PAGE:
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A World of Art

Biographical Sketch: Goat Island's Lin Hixson and Goat Island


Goat Island
Lin Hixson, director of the performance group Goat Island, has led what Jacki Apple has described in a survey of her life that appeared in The Drama Review in 1991, as a "personal history [that] reads like fiction, movie fiction, a montage of American dreams and nightmares, from The Magnificent Ambersons to The Dear Hunter." Hixson was in fact raised in the same 50-room Tudor-style mansion in Lake Forest, Illinois, where two decades later they made the film Ordinary People. When she was 14 years of age, her mother tried to kill herself, but survived only to spend her remaining ten years in a state institution. In 1969, when her father, a Chicago coffee importer died of cancer, Hixson, then a sophomore at Wittenberg College in Ohio and a former high school cheerleader and homecoming queen, married a recently returned Vietnam veteran. She moved twelve times in the next seven years, from Ohio to Colorado, Mexico, New Mexico, and Oregon, where she managed to graduate from the University of Oregon. In 1977, she left for Los Angeles to become an artist.

It was around Hixson that the new art of performance coalesced in Los Angeles in the early 1980s. In 1978, she enrolled in the Otis Art Institute's graduate program, began to take classes with Rachel Rosenthal, one of the innovators of performance art, and formed a collaborative performance group called Hangers. The group stayed together for two and a half years. With the breakup of the group, as people were debating whether her work was art of theater, Hixson gave up performing herself and began to concentrate on directing. Because she was interested in increasing her theater vocabulary, she began to spend her summers working at the Padua Hills Playwrights' Festival in Los Angeles. There, in the summer of 1984, she met Matthew Goulish, who received his undergraduate degree in theater arts from Kalamazoo College, and whose Chicago theater company, Scan, included the brothers Timothy and Greg McCain. In 1986, Hixson came to the School of the Art Institute of Chicago to do a residency and worked with both students and Scan. Within a year, the group Goat Island had been formed.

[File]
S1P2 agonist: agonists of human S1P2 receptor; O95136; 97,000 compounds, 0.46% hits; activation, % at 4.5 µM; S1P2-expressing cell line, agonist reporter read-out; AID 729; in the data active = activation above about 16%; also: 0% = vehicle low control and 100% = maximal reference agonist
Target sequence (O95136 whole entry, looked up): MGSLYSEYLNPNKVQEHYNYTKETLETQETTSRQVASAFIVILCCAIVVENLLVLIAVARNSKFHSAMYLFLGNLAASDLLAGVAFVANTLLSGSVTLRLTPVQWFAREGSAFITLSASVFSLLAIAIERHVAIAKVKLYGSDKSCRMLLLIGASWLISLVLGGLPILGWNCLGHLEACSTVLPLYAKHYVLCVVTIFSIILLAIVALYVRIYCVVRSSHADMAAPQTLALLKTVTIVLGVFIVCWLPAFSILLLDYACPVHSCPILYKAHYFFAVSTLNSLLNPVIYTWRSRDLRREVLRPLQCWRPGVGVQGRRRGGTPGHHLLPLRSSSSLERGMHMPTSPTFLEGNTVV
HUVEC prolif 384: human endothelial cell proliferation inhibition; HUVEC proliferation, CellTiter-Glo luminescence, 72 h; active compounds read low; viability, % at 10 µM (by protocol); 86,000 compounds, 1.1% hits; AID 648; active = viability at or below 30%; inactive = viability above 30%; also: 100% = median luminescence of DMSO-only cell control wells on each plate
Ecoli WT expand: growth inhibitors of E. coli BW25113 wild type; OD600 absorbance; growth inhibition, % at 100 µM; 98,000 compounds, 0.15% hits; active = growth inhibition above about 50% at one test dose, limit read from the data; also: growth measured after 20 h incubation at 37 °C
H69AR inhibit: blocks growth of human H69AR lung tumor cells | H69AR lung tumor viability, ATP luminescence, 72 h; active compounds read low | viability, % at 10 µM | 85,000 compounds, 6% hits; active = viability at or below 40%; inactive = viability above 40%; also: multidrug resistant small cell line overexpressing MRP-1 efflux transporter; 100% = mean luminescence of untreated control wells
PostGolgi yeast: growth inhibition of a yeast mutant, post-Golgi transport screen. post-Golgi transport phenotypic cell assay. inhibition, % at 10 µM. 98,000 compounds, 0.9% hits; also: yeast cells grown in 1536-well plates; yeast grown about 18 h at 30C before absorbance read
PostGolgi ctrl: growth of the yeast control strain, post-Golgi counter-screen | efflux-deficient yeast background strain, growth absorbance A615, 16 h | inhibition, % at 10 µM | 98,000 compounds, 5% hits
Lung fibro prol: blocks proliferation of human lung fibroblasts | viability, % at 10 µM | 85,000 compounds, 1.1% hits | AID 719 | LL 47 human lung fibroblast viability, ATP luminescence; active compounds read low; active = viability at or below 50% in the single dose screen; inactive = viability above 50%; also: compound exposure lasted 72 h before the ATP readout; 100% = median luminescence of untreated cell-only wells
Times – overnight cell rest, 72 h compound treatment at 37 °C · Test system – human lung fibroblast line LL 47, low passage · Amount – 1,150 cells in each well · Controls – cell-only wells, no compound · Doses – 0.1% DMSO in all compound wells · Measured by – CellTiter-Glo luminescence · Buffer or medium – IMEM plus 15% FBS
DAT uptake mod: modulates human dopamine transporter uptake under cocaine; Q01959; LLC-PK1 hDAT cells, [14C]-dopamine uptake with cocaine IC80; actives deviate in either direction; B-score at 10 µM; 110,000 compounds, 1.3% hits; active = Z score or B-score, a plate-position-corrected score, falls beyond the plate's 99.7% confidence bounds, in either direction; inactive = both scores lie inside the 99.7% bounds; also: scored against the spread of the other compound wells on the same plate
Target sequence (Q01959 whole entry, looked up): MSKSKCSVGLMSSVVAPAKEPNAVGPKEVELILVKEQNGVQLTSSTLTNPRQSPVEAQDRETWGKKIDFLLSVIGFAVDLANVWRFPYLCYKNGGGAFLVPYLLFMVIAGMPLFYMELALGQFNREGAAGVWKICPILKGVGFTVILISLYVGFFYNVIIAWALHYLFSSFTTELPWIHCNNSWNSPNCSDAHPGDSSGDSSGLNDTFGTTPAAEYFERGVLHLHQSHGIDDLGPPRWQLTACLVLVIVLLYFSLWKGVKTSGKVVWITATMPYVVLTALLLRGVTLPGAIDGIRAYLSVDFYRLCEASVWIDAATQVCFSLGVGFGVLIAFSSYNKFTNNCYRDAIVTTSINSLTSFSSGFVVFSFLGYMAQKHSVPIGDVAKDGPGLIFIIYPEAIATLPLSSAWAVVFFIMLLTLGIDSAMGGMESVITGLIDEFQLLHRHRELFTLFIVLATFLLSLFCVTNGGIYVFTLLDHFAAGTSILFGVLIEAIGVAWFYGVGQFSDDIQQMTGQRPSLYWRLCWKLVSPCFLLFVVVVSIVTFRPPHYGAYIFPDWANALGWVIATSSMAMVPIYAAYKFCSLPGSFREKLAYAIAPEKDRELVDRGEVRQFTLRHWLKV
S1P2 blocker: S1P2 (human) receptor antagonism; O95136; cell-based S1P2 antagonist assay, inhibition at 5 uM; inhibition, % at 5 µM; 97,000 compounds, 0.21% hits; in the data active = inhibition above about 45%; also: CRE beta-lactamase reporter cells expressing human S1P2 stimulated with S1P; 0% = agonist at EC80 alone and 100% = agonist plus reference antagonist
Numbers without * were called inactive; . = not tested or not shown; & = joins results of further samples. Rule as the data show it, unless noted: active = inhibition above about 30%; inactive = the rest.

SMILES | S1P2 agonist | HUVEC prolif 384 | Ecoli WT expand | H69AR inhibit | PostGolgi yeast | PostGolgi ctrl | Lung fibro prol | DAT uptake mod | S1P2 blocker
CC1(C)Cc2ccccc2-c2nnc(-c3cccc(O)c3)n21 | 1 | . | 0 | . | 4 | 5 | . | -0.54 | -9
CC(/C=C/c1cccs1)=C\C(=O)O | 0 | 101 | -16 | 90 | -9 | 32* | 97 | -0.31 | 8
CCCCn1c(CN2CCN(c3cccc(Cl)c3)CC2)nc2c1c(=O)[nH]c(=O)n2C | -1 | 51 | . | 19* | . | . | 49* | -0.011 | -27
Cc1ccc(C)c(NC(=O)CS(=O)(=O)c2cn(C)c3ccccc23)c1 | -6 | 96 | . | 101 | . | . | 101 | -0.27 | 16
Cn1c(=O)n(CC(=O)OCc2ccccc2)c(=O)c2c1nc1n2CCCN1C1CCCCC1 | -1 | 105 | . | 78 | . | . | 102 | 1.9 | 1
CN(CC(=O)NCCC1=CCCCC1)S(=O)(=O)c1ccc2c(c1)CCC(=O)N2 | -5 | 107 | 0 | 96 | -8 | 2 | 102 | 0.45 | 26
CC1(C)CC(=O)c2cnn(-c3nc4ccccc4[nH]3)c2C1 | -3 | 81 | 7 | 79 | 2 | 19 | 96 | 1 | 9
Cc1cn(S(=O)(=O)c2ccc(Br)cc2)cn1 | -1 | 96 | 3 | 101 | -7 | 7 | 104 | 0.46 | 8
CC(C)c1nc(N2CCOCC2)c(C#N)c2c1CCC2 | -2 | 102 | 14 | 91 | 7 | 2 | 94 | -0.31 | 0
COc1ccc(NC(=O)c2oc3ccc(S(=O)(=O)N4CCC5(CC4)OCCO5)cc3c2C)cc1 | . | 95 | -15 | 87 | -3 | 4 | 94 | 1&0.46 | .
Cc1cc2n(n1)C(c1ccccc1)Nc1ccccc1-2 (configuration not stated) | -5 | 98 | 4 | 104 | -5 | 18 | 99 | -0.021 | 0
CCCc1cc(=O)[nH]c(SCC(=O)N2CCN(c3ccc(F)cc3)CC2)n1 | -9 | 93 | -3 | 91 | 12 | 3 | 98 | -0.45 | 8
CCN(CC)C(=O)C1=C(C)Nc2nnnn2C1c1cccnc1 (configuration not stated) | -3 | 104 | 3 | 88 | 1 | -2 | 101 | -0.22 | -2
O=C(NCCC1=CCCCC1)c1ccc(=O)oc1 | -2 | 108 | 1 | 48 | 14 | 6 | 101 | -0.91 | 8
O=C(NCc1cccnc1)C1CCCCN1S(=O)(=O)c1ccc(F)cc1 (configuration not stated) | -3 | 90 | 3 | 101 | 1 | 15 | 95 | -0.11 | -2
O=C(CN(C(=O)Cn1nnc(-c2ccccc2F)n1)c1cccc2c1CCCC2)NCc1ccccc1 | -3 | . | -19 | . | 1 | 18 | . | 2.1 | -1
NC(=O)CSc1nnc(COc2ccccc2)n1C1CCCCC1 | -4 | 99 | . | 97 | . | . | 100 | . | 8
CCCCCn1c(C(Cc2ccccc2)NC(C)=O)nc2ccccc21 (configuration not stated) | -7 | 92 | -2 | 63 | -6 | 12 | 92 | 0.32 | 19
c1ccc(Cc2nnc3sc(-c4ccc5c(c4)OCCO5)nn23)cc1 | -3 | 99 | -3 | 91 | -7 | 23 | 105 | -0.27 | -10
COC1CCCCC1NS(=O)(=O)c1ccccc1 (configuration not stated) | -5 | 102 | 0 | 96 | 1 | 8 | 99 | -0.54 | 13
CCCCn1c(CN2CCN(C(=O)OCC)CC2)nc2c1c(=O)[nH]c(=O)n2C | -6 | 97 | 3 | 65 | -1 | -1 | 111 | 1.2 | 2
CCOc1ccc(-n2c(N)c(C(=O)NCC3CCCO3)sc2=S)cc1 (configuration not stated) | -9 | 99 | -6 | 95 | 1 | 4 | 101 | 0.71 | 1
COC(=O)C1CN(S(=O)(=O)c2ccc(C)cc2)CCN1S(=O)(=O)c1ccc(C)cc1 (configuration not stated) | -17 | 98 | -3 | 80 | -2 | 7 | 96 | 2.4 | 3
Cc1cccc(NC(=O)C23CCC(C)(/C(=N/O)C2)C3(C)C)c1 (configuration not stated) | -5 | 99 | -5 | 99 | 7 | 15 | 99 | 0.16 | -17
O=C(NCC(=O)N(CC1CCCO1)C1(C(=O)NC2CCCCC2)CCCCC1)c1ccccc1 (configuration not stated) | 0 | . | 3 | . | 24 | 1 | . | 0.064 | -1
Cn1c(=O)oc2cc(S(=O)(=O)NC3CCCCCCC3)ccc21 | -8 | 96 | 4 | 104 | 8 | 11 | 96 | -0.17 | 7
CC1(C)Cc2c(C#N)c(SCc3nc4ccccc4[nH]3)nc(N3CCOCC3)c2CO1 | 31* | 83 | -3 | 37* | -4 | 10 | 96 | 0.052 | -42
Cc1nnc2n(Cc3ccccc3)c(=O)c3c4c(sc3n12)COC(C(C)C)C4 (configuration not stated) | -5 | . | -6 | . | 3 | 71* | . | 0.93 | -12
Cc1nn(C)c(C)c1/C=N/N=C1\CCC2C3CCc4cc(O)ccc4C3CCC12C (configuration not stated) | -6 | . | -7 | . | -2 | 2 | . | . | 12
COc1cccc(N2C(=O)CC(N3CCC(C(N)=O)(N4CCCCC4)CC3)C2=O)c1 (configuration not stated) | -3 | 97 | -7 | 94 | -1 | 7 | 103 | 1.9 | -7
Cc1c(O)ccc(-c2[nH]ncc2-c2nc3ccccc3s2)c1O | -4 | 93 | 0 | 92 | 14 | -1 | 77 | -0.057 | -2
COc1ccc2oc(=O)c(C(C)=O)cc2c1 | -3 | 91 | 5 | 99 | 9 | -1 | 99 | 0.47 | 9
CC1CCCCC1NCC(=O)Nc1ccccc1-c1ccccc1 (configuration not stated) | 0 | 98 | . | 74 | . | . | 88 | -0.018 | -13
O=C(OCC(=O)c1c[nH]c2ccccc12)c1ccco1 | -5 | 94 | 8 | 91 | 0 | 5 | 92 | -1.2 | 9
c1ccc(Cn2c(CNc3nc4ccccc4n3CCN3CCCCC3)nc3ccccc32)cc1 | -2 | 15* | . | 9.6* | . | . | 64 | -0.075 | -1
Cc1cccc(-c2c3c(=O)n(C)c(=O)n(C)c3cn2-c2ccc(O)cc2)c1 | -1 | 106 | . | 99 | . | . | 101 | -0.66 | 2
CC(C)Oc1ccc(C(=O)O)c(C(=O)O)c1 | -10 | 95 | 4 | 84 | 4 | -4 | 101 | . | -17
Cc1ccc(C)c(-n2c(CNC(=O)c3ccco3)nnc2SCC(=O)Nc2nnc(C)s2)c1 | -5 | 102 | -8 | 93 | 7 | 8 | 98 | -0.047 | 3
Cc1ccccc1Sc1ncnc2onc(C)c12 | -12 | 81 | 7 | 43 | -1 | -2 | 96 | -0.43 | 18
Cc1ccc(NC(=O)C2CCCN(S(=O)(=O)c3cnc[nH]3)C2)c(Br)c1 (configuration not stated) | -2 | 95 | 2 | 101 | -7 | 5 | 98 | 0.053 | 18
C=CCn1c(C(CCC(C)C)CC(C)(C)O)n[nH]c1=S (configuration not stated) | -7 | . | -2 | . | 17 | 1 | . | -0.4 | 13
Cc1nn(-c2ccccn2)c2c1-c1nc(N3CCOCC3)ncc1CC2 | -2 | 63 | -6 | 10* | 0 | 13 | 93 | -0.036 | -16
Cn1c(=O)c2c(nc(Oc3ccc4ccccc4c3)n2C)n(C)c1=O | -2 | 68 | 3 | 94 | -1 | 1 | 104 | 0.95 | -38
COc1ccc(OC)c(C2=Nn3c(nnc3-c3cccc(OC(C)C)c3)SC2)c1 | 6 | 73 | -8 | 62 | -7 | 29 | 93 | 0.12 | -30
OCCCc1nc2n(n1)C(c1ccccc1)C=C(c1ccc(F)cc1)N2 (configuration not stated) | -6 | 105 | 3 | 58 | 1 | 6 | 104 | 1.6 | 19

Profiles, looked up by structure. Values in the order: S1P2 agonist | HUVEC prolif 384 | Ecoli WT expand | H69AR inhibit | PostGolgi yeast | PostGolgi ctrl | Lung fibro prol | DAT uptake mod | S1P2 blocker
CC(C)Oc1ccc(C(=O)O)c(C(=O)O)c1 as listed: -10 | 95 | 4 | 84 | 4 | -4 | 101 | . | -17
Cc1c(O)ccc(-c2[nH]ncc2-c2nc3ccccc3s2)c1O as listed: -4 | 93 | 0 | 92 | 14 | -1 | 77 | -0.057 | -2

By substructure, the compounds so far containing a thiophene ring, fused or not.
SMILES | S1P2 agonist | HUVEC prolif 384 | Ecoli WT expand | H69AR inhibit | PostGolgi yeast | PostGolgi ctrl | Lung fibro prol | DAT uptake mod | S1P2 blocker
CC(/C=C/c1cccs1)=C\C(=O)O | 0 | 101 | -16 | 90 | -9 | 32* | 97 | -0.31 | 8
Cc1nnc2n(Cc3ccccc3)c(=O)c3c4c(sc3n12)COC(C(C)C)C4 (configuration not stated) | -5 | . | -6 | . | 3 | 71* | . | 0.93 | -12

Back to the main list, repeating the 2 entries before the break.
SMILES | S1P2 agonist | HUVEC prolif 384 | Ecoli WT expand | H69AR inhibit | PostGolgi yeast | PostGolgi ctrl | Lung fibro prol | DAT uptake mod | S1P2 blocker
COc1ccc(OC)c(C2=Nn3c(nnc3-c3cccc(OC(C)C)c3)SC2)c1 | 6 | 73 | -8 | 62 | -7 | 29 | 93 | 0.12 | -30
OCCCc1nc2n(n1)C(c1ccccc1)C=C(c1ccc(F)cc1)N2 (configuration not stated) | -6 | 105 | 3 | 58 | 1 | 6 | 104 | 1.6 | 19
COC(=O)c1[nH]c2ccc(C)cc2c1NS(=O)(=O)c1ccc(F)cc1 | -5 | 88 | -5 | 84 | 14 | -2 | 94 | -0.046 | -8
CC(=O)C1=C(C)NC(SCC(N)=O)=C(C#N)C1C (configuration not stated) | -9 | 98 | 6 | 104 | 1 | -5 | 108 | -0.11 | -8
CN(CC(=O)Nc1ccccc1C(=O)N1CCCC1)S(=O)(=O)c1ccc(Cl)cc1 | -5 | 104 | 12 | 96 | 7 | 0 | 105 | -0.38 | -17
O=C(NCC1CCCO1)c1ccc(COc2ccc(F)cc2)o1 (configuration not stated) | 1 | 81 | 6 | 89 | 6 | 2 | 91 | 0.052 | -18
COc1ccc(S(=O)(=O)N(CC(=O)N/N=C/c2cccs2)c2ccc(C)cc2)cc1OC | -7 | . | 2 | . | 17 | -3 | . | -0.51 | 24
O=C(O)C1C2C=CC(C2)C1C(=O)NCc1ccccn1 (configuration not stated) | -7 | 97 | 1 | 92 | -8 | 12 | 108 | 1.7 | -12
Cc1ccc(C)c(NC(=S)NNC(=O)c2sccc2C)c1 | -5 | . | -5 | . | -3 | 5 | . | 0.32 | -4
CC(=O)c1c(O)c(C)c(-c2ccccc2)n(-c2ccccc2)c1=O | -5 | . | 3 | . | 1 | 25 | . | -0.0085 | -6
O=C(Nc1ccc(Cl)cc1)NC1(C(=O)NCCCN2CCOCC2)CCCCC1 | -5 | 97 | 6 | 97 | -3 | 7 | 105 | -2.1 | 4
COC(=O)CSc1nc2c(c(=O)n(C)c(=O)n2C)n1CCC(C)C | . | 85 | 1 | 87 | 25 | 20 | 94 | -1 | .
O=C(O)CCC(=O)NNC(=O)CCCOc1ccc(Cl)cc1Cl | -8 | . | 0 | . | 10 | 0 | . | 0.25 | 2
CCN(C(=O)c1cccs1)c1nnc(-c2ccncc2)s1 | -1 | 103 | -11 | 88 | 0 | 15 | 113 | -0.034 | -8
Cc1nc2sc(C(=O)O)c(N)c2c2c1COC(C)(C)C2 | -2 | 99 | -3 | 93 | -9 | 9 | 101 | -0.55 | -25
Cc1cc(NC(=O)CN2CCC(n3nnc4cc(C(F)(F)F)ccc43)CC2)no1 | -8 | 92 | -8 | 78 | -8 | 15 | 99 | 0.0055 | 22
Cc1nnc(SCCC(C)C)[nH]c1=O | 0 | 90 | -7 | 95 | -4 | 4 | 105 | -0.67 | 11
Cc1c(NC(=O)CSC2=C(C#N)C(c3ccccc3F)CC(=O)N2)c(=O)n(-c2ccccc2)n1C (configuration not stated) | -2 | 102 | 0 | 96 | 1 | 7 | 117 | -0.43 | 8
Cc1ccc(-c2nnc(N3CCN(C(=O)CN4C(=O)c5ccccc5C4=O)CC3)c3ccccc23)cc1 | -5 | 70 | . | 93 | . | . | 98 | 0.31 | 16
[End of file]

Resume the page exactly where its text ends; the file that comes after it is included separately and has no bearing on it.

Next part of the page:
In 1990 the group was joined by Karen Christopher, a theater arts graduate of Pomona College who was also involved with the Padua Hills Playwrights' Festival and had been working with Chicago's Neo-Futurists. In 1994, the group began working on How Dear to Me the Hour When Daylight Dies. In order to provide research and a shared group experience from which to begin work on the new piece, the Goats (which is what they call themselves) traveled to Ireland to participate in the massive Croagh Patrick pilgrimage, a 4-hour climb up a mountain on the western seacoast outside of Westport, County Mayo, to a tiny church on the summit. While they were in Ireland the McCains' father, Richard Williams McCain, suddenly died. It was a turning point in the McCain brothers' lives, perhaps a moment of self-realization. At any rate, not long after their return, in early 1995, both withdrew from Goat Island in order to go back to school and complete their education. They were replace by Antonio Poppe, a Portuguese who had little formal training performance, and Bryan Saner, who had worked for many years in theater in Chicago. How Dear to Me the Hour When Daylight Dies was, in large part, conceived by this new version of the Goats.

 

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